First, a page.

I just know that I want to continue to make music and give it to the people for free and then if it’s good enough when it’s time for it to be sold they’ll go out and support it. I’m a fan of the mode that it is now...
Of course, he's signed to Universal Music, which kinda limits his ability to give out his music for free. They don't like that kind of thing. But it again raises questions about the claims of labels that they represent the best interests of artists. It seems like some artists have a better handle on what's best for themselves...
from the where-will-congress-get-its-lolcats-from? dept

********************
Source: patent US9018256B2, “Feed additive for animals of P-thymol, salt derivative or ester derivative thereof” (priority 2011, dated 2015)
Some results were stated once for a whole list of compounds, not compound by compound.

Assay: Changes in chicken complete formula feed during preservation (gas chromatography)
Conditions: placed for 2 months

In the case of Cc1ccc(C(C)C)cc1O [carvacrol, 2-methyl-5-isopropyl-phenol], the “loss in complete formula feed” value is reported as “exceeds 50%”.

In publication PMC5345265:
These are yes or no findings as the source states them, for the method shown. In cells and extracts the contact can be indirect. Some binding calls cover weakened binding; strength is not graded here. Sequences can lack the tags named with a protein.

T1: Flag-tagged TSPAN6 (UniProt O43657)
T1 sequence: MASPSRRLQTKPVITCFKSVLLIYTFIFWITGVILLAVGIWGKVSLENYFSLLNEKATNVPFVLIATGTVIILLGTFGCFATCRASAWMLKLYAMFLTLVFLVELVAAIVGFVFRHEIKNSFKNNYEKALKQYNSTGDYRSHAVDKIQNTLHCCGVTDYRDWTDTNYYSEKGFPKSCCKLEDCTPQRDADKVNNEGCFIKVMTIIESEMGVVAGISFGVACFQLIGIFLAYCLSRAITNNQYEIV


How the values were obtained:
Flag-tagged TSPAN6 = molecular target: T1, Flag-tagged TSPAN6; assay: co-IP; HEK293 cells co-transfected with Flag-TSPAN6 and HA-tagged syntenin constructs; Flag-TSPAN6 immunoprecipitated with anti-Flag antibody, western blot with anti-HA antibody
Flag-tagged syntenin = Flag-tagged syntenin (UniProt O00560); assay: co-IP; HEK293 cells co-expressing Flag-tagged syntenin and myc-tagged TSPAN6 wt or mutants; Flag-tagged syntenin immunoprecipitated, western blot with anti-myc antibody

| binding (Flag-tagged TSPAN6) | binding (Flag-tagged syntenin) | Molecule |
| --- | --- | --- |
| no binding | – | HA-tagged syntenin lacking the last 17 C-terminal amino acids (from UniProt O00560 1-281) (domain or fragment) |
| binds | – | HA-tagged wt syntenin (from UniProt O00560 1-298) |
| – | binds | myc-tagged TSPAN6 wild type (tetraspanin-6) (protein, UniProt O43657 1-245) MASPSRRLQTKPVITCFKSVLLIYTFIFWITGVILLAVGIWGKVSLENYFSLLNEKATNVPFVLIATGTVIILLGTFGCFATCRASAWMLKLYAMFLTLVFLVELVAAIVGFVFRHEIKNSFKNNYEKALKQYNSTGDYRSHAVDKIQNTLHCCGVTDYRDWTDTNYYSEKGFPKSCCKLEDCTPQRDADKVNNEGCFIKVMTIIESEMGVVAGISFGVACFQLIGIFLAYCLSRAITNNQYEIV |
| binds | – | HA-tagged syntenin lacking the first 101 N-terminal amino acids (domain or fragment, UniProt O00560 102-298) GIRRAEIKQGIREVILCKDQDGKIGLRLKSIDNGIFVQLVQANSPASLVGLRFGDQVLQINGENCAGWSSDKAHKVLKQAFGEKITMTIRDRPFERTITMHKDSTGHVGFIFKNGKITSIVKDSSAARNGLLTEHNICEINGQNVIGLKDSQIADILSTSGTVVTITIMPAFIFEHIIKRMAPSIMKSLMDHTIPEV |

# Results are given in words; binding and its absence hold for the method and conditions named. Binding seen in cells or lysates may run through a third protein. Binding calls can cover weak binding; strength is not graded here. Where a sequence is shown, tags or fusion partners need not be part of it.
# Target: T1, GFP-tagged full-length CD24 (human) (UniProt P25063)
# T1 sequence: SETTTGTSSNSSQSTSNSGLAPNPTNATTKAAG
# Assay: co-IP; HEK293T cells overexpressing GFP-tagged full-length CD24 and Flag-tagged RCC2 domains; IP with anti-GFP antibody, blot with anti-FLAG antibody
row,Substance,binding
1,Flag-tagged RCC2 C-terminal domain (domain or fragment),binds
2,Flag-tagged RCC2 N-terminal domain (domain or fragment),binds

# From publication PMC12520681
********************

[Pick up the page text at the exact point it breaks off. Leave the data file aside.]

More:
Following on the news that Reddit will be blacking out its site for 12 hours on Wednesday, January 18th in protest of SOPA & PIPA, Cheezburger Network CEO Ben Huh has announced that all Cheezburger sites will be doing the same thing. I'm guessing that those who are unfamiliar with the massive size and reach of Cheezburger will scoff at this... but that would be a mistake. People love Cheezburger's collection of meme-related, meme-driving sites, and they reach a very very large population of folks who might not have already been aware of SOPA/PIPA.
In conjunction with next week's House Oversight Committee hearing on the technical impact of DNS blocking in bills like SOPA/PIPA, Reddit has taken the huge step of deciding to black out its entire site for a 12 hour period -- from 8am to 8pm ET. The guys behind the site admit that this is not a decision they take lightly, and that many in the community disagree with it -- but it's something they feel needs to be done: